in the marine corps is similar to the navy. we have the installation, the regional installation command and also partners with the operational foresite. we allow the operational foresight, we maintain those but then we coordinate, cooperate, with the operational foresight once the call comes in for support. so we're able to do that obviously through memorandum of understandings and we have agreements and our wing operating orders allow for the fact the operational control, at least under operational response, maintains with the operators. the third aircraft wing maintains operational control but we send our operatives out to be controlled by the civic sight. we're comfortable with that and that's matured a lot in the last couple years. >> talked a lot about command and control and agreements and moving resources. one other question that came up yesterday we were discussing yesterday is how do communications occur specifically with regard to when we start talking about air ops and moving air resources around, how do we ensure that we have that interoperatability that we discussed so much yes
of command are critical in anything that we do. what better way to showcase what our united states navy and our marine corps, our sea-going services, bring to the table in an emergency response, but recognize that they also have another mission to do, macon island just came off a 7-month deployment, this is an era when we're pivoting to the pacific. the ring of fire is also in the pacific. over 35,000 on average fatalities a year over 35 billion dollars worth of damage and we see that year in and year out with tsunamis of catastrophic proportions. today the coast guard is dealing with the debris from that tsunami as it comes ashore here in the state waters as well. just it close on admire beeman's remarks, i think it's critical not just the work here at seminar but over a cup of coffee exchanging business cards because at the end of the day it's the partnerships that mufrt endure at time of crisis. thank you to the macon island for this show of force during this third fleet week. >> i'd like to bring up the mayor of the great city and county of san francisco. what a difference he's ma
of world war ii the royal navy was the world's biggest navy. also was irrelevant. it was powerful but they didn't understand aircraft carriers, they underestimated submarines and they thought battleships were still central to maritime operation. the royal navy does nothing worth remembering in world war ii. is a total drain on the british. when mitt romney was talking about the size of the navy during one of the debate, i thought you want to read paul kennedy year. just because we have a big powerful navy doesn't mean it is the right navy. what you want of a relevant force? april and force down the road is going to look very different than it does today. but i think the place to begin with pretty severe budget cuts that make people stop and think. >> we have had so many great questions and i know we can go all night but we only have time for one more and tom will talk to a lot of you individually as well. you, sir. >> perfect segue. i'm a navy captain of the naval academy. also co-founder of a forum to study warfare and wondering if you could comment or everything what you said ab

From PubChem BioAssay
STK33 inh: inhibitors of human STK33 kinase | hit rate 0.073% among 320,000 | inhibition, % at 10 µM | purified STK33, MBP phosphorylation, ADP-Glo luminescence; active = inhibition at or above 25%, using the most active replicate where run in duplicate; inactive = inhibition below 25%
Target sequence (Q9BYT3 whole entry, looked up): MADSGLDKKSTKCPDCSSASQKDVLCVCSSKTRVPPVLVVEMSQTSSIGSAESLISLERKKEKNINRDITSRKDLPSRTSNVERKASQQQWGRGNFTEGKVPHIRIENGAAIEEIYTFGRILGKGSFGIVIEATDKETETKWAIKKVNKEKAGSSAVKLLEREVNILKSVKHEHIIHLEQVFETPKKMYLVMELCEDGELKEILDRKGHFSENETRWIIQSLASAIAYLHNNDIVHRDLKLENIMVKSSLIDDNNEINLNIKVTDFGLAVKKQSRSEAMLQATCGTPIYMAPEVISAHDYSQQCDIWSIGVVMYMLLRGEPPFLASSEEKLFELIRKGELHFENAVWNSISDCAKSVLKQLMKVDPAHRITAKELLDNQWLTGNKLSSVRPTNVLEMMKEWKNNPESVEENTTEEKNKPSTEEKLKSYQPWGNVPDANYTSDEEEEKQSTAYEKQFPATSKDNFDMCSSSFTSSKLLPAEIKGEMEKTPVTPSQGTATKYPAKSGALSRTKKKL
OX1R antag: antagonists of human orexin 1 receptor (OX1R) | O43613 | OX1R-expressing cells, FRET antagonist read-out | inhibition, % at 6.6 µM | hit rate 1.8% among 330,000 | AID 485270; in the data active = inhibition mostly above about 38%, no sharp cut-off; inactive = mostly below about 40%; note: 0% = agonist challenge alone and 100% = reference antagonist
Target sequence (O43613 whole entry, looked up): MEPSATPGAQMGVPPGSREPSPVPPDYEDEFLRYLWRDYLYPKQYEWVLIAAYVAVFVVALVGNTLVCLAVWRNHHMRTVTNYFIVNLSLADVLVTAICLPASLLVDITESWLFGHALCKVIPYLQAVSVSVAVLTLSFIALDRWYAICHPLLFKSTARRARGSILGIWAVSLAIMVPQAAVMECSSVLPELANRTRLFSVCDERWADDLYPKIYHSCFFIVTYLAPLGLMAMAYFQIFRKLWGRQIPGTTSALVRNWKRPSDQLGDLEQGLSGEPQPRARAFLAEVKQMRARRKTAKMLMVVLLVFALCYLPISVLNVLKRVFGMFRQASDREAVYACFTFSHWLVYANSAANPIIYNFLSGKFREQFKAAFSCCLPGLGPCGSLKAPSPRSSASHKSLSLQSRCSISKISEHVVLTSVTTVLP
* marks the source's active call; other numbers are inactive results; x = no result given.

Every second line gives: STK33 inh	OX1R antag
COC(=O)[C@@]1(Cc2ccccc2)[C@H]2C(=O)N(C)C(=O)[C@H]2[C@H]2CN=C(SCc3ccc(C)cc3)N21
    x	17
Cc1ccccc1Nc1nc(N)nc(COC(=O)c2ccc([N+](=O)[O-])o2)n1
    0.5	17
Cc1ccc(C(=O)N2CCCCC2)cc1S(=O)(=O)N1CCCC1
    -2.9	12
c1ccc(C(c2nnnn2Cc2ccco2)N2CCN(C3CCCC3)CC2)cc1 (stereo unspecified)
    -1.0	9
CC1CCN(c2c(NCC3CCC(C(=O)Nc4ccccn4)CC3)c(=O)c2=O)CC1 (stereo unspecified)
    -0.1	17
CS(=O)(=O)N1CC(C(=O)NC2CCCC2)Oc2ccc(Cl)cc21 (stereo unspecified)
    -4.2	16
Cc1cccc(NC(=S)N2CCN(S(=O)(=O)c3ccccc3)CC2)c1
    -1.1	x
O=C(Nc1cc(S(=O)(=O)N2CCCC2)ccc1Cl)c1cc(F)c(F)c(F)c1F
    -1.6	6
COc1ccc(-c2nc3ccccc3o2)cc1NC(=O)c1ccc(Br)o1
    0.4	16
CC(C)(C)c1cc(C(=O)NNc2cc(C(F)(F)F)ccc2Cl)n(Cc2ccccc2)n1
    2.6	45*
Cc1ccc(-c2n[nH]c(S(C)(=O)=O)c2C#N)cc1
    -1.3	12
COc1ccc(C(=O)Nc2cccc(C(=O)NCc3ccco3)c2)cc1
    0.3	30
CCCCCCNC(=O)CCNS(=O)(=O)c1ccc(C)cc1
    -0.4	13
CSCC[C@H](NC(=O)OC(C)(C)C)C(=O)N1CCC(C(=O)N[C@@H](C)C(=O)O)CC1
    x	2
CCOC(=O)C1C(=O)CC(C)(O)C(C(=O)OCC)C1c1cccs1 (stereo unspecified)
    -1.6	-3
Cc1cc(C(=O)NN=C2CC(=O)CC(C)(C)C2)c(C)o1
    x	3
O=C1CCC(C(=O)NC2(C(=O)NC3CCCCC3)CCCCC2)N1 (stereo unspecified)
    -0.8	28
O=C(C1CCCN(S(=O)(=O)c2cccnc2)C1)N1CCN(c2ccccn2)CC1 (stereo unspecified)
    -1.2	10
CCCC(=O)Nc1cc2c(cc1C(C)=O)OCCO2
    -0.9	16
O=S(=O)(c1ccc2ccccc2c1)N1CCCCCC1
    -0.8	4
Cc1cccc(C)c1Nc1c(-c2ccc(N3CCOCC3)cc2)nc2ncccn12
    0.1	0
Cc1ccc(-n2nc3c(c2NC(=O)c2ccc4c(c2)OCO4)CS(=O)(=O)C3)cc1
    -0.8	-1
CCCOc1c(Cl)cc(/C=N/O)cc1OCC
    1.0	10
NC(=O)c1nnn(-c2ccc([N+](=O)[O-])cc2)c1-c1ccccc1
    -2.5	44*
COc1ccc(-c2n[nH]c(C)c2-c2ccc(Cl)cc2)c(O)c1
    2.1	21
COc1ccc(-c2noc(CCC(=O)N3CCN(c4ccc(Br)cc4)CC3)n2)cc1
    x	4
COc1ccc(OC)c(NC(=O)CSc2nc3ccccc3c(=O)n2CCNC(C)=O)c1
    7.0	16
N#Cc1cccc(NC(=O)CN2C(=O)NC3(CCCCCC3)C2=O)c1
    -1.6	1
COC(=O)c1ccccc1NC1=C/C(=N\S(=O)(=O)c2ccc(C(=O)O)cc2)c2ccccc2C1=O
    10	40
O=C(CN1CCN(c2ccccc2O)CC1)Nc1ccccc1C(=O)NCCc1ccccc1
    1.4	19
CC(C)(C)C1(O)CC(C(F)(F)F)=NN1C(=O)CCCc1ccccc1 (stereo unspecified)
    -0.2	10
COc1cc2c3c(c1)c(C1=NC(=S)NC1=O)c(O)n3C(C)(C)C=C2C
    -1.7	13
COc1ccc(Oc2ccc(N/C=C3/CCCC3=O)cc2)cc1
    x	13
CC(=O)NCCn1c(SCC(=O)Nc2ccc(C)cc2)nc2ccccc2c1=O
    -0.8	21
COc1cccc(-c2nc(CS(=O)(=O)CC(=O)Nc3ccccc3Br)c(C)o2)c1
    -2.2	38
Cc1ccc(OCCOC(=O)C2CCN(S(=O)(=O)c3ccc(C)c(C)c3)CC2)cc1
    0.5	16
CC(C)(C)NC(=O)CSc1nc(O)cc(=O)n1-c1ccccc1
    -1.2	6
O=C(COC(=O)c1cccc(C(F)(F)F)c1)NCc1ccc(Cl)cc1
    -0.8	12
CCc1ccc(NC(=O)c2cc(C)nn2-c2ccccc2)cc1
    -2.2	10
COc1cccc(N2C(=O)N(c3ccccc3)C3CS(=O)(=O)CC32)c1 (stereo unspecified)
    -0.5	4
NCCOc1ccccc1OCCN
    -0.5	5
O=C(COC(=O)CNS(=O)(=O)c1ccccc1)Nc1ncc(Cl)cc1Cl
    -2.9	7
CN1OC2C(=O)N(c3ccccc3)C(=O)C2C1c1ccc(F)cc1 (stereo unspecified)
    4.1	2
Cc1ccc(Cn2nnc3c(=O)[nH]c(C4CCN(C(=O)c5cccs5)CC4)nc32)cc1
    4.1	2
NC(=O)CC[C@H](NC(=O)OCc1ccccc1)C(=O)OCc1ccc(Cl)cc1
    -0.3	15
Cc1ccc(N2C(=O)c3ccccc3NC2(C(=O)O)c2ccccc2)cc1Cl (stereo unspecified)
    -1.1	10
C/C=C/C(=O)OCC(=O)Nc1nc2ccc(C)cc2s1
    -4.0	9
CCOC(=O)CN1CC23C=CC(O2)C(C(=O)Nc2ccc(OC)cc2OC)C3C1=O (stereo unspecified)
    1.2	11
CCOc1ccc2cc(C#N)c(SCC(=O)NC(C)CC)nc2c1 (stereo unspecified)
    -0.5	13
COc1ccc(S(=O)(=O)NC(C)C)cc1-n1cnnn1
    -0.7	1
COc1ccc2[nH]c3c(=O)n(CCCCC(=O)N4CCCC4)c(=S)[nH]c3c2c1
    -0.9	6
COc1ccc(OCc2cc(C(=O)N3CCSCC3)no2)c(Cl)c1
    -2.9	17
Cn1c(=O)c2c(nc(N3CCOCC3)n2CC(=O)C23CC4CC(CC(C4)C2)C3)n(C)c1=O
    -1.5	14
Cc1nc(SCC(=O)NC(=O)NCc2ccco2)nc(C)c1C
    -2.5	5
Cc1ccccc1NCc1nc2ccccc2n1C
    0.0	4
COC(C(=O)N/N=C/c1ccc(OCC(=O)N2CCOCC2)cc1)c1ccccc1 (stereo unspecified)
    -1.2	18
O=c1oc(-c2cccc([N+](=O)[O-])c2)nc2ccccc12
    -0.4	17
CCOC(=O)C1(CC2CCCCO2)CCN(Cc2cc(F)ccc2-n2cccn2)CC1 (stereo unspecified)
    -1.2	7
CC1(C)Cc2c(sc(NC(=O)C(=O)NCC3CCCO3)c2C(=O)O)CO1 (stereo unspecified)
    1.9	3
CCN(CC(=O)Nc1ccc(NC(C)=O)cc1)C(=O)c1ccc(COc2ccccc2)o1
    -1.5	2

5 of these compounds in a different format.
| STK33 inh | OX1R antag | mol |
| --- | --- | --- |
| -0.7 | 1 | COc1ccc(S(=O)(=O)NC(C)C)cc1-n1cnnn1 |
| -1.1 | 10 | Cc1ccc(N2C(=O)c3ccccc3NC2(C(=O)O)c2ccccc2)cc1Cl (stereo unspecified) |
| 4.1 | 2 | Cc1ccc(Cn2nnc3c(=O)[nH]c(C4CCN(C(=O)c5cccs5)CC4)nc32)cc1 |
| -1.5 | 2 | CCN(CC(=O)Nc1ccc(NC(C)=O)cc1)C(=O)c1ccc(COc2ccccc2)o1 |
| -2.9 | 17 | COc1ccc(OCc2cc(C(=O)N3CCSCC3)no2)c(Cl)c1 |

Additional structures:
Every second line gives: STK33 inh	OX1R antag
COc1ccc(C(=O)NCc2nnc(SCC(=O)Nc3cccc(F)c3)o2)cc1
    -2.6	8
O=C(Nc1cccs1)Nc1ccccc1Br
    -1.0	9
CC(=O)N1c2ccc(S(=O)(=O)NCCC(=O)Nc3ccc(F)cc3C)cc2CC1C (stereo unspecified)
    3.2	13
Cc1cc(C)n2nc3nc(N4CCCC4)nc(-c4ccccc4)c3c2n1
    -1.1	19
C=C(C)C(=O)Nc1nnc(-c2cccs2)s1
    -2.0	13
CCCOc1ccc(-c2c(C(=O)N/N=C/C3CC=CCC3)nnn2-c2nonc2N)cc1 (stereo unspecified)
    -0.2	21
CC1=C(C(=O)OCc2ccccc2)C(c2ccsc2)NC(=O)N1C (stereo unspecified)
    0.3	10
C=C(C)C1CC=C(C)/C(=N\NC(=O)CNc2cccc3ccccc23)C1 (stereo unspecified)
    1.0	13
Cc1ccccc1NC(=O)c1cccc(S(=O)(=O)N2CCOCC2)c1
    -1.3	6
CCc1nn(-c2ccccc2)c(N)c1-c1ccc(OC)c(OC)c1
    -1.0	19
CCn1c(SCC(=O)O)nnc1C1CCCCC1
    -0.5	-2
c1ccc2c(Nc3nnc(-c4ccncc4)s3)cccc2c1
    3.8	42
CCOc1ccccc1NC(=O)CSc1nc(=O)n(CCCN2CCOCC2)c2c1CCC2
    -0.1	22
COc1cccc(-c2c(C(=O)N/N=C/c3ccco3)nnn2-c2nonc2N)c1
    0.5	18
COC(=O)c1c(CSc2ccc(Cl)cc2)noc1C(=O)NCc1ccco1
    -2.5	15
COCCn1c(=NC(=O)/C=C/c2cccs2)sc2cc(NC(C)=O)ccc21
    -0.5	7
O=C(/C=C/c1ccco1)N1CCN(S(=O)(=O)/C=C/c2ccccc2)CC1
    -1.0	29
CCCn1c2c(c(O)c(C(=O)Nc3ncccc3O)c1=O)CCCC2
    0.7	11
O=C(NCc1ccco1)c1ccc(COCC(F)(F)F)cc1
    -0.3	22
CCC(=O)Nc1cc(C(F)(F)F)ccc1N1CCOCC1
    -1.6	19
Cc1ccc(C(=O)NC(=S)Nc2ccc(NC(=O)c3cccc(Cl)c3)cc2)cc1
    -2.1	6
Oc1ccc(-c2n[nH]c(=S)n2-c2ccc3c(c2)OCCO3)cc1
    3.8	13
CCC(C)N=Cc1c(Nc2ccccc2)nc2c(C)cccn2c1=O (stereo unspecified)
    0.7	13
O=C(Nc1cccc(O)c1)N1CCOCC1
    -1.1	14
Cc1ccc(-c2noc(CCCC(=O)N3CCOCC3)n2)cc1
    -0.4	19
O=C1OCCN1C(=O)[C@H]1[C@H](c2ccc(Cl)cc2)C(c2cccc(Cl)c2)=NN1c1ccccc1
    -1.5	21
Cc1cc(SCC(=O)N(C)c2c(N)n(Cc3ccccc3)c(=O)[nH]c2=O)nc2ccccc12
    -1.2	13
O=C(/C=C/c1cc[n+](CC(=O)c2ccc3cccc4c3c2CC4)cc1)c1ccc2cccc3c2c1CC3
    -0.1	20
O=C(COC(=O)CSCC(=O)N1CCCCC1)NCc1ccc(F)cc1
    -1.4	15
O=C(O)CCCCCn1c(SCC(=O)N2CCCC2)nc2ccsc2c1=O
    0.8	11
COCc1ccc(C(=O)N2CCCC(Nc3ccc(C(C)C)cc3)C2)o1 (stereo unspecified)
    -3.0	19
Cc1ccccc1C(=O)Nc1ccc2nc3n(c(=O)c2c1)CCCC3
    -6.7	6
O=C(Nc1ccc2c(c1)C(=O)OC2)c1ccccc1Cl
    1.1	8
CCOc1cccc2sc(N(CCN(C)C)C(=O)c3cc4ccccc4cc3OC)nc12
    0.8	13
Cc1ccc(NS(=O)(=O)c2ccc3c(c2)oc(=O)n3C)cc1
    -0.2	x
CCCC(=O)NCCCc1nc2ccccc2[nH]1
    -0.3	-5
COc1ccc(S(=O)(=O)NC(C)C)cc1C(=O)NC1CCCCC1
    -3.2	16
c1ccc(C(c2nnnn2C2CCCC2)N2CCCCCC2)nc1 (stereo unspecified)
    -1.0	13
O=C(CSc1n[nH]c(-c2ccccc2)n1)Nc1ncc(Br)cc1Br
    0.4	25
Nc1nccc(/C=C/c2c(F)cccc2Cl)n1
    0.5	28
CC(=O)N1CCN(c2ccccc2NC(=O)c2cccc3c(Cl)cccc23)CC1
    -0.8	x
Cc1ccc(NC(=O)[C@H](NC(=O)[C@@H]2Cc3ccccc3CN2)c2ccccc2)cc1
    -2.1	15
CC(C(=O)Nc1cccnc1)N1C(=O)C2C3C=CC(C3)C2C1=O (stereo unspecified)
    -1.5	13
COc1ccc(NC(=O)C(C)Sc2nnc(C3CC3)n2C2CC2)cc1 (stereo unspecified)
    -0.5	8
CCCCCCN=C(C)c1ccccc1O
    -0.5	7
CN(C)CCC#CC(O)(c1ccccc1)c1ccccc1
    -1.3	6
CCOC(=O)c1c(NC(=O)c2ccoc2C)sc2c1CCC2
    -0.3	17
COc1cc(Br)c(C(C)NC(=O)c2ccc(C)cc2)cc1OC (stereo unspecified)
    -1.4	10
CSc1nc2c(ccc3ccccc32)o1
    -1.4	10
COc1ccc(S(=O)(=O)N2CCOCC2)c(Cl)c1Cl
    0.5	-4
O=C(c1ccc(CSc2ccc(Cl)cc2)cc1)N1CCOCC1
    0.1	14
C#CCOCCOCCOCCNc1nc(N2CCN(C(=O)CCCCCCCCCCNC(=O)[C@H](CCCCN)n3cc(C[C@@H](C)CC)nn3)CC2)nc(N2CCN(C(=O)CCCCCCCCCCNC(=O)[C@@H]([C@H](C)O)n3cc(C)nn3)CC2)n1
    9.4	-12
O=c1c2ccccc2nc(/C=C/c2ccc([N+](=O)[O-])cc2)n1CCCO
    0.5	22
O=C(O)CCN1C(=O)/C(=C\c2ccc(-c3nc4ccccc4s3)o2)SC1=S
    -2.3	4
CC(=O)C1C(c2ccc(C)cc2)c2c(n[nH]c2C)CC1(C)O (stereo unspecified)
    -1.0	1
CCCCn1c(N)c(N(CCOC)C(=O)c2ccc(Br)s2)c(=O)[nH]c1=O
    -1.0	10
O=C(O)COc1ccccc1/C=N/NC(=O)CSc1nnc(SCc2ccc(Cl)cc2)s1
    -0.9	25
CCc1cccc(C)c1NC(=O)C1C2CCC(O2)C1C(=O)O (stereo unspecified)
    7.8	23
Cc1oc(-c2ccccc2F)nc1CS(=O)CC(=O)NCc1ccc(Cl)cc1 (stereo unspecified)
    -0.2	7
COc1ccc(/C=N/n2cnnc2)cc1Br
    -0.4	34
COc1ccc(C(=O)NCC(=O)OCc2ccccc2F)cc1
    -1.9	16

think going through this that the navy and the marine corps, we're used to being in charge whenever we show up and we're not going to be in this situation. i think it's important for us to understand that and we do and i think we, if we were employed in this certainly would understand that particular chain of command and would be able to fit right in and execute as required by the local situation. >> let me reiterate that the local authorities need to know that the emergency managers, the first responders, are there to be in charge to run things in their local disaster. everyone else that rolls in behind are there to enable them to do that, to manage to get back to normal so all the forces that roll in can finally leave. the emergency managers need to remain in control, they need to be situationally aware, they need to be in communicate with their forces, they need to understand what assets can become available as they need them. again, they are primed, they have to be active and in place and everyone, everything everyone can provide to them, will help in their efforts to contain the
piece of work by the navy. it turned around the attitudes of niche a toward the united states. it was a the kind of building block we look for in an economic and security commons. just as when we in san francisco see not only what the military can bring to the party and help us with, not only how we can interact with the military, but also we say to ourselves, it's also up to us to do everything we can for ourselves. we're not kind of an outfit, it's easier for them to collaborate with us. so, all of these things are important to us as we have these exercises. so, i say this is a very worthwhile enterprise that will keep going. i tip my hat to my friend mike who really has been leading us in these efforts. and now i say as also the slogan, i guess you call it this morning, maybe it's what the navy says. i think it's a very good phrase. a global force for good. that's what we've been practicing, a global force for good. thank you. (applause) >> thank you, sir. thank you. thank you very much, sir. (applause) >> and for all of you, tomorrow we're going to have the former secretar